In reality, this causistic indefiniteness of the Odyssey and the Iliad is not absolute, as it excludes the minor gods (Circe, Calypso, Proteus, Eidotea, Aeolus…), the major ones when they have very marked characteristics of their own (the sudden deaths attributed to Apollo and Artemis) and the second-hand narratives included in the work (such as the legendary stories told by some characters; for example, when Helen explains the judgment of Paris). This adds to the other great individual driving force of the Homeric characters, the thumos (internal drive, desire, energy), of which a good example is Achilles and his sense of honor.

Based on an analysis of books 9, 10, 11, and 12 of the Odyssey (the chapters that deal with the encounter with Polyphemus, the stay with Circe, the visit to the underworld, the incident of Helios’s sheep, and the years with Calypso), Jørgensen emphasizes that it is the actions of the major deities to which the aforementioned indefiniteness must be applied, although examples can also be found in others. This is the case in book 24, where one of Penelope’s suitors, Amphimedon, attributes Odysseus’s return to Ithaca to an κακός δαίμων (evil daimon); or in book 14, where Jørgensen’s law is mentioned up to nine times during the conversation between Odysseus and the swineherd Eumaeus, attributing divine intervention sometimes to Zeus and sometimes to a god or the gods without specifying.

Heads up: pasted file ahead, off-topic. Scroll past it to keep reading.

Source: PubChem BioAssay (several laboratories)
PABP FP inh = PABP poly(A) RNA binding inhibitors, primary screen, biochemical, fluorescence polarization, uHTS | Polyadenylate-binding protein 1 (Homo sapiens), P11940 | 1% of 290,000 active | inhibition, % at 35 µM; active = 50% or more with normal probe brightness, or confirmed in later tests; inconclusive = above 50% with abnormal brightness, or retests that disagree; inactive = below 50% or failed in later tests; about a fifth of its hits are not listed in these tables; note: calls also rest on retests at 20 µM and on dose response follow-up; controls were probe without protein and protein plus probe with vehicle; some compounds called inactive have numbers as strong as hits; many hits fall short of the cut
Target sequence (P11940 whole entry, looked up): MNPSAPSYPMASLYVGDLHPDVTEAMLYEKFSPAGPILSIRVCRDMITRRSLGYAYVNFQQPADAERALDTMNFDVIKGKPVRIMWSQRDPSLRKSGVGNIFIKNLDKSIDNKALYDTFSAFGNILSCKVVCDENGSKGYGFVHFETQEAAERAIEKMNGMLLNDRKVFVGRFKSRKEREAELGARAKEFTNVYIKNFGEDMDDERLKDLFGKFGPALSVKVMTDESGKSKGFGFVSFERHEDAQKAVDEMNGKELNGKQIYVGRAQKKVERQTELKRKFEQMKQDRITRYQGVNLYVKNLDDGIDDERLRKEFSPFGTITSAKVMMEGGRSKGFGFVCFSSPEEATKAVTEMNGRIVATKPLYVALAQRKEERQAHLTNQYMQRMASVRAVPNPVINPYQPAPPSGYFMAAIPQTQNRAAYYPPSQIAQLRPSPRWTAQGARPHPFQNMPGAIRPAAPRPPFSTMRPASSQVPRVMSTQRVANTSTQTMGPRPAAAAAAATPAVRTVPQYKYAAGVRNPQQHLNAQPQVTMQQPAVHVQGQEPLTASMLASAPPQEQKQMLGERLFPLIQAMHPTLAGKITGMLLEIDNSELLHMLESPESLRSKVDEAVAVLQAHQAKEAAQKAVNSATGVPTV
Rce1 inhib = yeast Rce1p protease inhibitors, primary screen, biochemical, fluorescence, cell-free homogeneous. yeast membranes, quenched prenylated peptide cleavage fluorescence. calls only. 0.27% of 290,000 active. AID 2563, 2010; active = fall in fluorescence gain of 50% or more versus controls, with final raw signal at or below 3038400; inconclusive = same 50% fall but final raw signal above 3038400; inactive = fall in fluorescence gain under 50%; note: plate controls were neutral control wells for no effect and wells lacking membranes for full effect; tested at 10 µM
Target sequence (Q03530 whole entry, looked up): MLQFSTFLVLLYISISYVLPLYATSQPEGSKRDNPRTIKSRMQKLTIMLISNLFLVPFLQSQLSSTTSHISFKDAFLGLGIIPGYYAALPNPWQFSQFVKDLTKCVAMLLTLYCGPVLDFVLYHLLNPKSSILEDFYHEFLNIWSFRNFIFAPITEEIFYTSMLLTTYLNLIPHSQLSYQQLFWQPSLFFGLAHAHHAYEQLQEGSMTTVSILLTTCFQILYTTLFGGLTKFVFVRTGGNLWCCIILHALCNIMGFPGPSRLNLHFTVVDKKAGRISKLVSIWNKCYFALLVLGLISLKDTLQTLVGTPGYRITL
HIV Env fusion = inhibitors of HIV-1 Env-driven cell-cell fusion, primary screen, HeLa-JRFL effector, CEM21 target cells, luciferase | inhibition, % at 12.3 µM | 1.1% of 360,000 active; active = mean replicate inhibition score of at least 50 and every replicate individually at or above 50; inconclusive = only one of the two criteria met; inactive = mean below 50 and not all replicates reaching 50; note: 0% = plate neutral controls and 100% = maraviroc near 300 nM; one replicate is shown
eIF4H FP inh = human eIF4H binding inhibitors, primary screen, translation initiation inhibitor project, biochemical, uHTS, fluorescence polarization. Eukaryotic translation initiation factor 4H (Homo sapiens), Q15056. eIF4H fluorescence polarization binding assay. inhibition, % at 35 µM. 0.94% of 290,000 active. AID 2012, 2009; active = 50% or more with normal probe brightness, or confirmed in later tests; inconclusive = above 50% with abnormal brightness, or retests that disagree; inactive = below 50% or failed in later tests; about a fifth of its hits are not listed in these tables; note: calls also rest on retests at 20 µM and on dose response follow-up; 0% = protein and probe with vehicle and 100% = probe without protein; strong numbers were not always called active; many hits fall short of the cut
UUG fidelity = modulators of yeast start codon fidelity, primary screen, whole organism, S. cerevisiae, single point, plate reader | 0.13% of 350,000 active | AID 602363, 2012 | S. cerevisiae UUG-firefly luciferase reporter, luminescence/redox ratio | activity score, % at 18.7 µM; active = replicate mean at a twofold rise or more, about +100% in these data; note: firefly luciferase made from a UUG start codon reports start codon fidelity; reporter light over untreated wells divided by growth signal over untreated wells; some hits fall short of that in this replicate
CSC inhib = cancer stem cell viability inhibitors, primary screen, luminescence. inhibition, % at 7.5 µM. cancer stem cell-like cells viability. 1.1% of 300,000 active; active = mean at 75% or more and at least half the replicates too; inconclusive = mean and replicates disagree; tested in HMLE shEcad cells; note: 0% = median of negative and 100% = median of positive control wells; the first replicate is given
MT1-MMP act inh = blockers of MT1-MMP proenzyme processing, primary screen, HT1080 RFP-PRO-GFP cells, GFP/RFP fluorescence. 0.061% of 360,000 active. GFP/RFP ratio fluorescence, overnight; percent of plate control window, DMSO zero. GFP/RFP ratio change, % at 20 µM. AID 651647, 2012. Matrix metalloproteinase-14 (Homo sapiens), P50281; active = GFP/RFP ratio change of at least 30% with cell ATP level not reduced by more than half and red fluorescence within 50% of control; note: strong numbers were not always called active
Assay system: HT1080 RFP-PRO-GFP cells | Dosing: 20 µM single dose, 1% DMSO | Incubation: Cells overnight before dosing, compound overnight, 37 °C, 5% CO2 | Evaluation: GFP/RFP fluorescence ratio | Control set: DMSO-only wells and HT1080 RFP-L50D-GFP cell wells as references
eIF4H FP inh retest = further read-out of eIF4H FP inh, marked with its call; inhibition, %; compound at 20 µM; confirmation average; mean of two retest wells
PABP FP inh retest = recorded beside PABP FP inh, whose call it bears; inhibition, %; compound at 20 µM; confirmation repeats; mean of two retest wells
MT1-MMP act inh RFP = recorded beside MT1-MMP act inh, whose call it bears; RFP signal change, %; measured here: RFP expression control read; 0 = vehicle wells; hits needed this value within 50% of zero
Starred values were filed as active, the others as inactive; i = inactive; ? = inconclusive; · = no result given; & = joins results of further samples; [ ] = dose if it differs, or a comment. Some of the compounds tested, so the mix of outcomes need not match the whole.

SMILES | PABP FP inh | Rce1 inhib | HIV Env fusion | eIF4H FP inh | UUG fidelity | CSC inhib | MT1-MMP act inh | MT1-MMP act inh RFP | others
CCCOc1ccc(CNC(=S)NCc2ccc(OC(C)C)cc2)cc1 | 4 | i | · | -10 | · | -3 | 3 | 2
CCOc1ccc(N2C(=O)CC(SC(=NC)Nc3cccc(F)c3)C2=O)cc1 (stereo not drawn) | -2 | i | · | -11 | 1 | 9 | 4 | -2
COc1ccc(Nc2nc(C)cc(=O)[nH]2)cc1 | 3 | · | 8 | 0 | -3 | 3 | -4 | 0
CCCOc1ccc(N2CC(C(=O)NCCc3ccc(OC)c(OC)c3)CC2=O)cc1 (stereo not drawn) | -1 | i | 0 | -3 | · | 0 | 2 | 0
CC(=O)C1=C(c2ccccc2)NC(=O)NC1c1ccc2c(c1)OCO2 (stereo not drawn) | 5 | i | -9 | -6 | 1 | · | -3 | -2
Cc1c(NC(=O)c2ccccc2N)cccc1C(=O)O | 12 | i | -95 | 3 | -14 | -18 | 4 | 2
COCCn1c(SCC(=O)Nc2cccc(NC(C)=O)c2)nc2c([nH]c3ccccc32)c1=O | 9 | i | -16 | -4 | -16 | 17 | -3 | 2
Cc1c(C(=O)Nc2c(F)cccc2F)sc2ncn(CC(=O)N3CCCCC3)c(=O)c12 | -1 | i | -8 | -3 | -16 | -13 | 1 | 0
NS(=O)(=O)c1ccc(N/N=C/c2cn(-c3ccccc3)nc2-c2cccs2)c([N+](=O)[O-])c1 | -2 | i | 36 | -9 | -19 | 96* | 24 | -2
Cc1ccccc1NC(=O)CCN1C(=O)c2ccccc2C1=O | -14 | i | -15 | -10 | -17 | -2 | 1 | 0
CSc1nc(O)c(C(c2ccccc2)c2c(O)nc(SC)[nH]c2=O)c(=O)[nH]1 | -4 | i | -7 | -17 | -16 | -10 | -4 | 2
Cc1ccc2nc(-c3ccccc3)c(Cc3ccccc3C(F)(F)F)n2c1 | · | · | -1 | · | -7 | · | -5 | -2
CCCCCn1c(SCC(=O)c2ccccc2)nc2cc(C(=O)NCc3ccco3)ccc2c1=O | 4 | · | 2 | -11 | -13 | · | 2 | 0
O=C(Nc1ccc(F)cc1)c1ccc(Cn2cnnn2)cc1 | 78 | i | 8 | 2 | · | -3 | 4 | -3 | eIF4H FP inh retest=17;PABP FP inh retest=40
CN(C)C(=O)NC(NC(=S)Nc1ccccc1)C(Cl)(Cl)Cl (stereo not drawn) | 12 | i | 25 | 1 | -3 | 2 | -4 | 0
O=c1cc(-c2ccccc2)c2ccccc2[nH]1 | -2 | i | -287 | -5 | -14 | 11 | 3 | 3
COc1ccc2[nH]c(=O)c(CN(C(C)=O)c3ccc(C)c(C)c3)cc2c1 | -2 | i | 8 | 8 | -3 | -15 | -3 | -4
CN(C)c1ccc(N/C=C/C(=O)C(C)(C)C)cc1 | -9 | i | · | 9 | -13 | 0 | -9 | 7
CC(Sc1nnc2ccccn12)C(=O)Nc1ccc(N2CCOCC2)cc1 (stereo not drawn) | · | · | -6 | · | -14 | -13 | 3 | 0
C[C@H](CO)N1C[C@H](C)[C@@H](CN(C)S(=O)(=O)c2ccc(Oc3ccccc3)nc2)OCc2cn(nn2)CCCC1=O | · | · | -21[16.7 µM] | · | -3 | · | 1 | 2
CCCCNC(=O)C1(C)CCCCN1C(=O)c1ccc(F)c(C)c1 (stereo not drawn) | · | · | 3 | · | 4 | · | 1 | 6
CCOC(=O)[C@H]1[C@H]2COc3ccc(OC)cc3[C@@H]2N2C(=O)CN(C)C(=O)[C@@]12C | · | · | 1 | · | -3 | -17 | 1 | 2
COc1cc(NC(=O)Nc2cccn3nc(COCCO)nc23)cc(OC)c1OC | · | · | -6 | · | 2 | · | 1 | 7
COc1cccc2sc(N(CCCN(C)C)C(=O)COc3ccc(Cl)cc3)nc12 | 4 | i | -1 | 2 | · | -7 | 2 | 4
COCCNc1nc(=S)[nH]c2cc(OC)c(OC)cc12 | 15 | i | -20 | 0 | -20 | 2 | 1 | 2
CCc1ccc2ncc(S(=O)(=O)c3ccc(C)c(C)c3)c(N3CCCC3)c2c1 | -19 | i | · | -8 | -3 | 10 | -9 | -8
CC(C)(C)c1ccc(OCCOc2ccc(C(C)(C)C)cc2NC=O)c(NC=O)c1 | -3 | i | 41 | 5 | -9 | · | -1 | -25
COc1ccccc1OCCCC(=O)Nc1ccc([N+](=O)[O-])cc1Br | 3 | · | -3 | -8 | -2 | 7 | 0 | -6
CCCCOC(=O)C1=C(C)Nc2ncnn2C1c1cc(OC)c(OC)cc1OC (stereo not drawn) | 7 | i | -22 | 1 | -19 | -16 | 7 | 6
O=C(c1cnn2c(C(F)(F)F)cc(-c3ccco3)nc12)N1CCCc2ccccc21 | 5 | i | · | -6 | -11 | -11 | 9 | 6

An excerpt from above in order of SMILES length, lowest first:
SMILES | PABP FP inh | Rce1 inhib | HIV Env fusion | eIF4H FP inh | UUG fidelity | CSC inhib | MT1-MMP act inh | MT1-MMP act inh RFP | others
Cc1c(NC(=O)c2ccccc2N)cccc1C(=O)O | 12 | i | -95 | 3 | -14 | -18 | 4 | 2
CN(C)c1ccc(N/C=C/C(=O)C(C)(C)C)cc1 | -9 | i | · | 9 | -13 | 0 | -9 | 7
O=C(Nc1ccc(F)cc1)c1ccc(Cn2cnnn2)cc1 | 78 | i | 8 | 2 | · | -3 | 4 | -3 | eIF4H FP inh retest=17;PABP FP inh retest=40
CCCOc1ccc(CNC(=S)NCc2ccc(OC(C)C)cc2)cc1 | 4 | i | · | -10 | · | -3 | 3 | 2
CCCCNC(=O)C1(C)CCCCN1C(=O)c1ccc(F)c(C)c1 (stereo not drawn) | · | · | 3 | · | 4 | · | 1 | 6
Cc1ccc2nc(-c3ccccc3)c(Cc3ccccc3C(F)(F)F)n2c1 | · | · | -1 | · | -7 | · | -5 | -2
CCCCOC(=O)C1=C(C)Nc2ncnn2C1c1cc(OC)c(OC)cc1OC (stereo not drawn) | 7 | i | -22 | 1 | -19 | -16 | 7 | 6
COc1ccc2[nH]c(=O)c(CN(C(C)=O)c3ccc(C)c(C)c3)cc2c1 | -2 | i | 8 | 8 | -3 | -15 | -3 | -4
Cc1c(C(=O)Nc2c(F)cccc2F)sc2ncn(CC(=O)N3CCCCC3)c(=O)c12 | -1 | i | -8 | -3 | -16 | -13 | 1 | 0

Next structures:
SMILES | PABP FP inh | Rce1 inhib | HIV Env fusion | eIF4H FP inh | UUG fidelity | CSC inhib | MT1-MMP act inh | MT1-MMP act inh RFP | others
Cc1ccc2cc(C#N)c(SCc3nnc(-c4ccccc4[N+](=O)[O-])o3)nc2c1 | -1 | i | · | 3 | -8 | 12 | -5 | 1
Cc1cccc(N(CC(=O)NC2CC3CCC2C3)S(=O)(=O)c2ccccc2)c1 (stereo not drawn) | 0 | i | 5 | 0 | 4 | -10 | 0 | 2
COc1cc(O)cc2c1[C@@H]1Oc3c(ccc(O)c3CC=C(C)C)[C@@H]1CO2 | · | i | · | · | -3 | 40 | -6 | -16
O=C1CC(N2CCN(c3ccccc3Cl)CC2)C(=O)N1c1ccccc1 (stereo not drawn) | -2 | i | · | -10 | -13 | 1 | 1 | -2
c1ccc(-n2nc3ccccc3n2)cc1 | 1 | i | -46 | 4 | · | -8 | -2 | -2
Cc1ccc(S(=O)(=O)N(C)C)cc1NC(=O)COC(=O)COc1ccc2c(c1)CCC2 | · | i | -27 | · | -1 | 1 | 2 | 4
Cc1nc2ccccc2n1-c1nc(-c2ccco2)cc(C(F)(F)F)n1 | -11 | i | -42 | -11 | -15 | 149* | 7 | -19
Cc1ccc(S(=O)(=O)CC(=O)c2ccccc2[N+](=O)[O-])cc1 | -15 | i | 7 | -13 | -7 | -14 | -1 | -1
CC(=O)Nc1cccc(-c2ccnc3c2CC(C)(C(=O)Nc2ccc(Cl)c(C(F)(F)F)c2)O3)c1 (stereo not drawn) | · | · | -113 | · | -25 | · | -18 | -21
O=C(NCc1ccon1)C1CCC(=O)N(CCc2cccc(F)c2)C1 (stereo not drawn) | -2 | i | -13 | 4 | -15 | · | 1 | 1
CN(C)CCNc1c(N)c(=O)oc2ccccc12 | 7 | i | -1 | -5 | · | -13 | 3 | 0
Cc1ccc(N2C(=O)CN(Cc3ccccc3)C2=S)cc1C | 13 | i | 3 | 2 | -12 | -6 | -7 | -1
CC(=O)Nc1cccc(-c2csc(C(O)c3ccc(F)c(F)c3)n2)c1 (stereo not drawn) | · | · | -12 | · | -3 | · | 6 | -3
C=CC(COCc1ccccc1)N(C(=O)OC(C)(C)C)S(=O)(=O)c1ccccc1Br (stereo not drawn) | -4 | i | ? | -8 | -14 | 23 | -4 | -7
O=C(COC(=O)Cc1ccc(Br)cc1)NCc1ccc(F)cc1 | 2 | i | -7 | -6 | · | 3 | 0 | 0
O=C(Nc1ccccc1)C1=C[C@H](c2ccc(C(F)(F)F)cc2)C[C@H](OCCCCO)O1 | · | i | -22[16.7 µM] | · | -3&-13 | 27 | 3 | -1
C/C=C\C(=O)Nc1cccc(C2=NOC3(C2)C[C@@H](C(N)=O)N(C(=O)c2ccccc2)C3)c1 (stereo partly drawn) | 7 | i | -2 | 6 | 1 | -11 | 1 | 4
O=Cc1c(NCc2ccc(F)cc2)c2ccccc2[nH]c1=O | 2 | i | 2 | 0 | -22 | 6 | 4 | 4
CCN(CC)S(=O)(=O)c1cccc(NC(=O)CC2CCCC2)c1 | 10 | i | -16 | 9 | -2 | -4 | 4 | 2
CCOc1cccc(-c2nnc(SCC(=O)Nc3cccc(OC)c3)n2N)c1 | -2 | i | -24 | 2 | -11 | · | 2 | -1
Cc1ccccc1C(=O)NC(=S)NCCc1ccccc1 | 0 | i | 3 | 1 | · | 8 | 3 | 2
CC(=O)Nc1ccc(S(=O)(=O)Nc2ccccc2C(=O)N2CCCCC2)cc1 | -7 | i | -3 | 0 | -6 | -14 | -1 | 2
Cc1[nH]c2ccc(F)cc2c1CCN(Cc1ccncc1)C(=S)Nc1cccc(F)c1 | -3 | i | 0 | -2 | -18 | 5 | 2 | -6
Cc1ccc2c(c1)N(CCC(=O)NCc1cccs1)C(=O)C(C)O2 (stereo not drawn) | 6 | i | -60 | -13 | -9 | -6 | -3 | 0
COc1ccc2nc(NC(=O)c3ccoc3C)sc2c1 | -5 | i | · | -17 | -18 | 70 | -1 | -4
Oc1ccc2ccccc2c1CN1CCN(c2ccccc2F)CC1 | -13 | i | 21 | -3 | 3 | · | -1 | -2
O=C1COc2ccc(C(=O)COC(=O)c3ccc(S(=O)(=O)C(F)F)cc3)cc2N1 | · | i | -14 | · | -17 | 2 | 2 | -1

That’s the crux of the matter. According to the aforementioned law, the Homeric characters use a series of generic and interchangeable terms, of which these four predominate: θεός (“theos”, which translates as god or deity), δαίμων (“daimon”, fate or fate determined by the gods) and Ζεύς (“Zeus”, the father of the gods and lord of Olympus). Jørgensen explains that in the conventional language of the poet, these are four names for the same thing. When, for example, Teucer’s bowstring breaks, for him it was a daimon who did it, but for Ajax it was a god, and for Hector it was Zeus.